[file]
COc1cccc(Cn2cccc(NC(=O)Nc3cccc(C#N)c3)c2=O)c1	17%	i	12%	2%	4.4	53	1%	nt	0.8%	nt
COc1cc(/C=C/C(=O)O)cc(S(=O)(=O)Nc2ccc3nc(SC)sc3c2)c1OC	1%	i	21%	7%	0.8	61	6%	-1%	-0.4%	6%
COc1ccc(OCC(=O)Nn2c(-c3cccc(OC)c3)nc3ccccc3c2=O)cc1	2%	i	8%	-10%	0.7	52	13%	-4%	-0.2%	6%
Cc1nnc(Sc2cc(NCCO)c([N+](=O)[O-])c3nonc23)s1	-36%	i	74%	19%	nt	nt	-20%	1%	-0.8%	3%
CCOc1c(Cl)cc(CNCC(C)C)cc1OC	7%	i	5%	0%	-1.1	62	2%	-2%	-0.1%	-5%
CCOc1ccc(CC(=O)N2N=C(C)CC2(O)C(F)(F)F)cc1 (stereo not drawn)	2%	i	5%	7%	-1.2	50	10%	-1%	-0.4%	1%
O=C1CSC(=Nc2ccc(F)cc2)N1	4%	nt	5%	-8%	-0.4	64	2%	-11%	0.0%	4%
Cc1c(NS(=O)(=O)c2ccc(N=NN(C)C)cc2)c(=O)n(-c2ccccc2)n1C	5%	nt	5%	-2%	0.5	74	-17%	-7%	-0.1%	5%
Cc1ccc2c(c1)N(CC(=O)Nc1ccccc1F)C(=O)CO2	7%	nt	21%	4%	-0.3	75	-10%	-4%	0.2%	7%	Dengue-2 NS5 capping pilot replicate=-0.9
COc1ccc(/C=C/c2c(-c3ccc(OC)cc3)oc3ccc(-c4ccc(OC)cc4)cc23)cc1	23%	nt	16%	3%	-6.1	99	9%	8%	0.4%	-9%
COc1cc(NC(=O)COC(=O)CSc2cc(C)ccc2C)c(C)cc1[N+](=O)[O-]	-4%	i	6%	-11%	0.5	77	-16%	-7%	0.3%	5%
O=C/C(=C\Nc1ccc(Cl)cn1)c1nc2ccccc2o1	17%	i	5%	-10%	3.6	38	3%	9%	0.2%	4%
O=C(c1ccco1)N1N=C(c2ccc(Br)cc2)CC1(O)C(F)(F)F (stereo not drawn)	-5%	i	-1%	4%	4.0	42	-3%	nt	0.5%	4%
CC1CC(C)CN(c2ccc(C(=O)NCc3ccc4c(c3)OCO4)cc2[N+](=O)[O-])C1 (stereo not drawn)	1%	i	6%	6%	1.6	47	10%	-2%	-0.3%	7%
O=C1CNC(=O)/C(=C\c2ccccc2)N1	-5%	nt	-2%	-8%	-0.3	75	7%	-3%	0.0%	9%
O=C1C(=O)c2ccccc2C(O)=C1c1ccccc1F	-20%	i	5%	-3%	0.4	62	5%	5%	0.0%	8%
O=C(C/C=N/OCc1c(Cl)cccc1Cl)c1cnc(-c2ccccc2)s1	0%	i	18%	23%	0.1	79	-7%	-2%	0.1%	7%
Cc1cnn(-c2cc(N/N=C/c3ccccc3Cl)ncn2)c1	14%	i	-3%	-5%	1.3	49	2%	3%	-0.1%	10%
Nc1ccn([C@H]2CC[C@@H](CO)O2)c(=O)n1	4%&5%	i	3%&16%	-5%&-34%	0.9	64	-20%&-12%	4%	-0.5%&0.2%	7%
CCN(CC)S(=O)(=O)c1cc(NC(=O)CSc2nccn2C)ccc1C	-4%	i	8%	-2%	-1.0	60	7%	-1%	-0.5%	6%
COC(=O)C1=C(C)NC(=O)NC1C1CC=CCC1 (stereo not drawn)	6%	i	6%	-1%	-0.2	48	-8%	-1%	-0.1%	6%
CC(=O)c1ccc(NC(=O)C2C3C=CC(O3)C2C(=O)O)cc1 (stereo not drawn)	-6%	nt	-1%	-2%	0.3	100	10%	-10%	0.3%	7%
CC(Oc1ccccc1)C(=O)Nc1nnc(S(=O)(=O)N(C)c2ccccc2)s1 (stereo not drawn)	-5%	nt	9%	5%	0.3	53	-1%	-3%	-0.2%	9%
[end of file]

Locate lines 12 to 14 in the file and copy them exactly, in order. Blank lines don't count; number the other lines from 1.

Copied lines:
O=C/C(=C\Nc1ccc(Cl)cn1)c1nc2ccccc2o1	17%	i	5%	-10%	3.6	38	3%	9%	0.2%	4%
O=C(c1ccco1)N1N=C(c2ccc(Br)cc2)CC1(O)C(F)(F)F (stereo not drawn)	-5%	i	-1%	4%	4.0	42	-3%	nt	0.5%	4%
CC1CC(C)CN(c2ccc(C(=O)NCc3ccc4c(c3)OCO4)cc2[N+](=O)[O-])C1 (stereo not drawn)	1%	i	6%	6%	1.6	47	10%	-2%	-0.3%	7%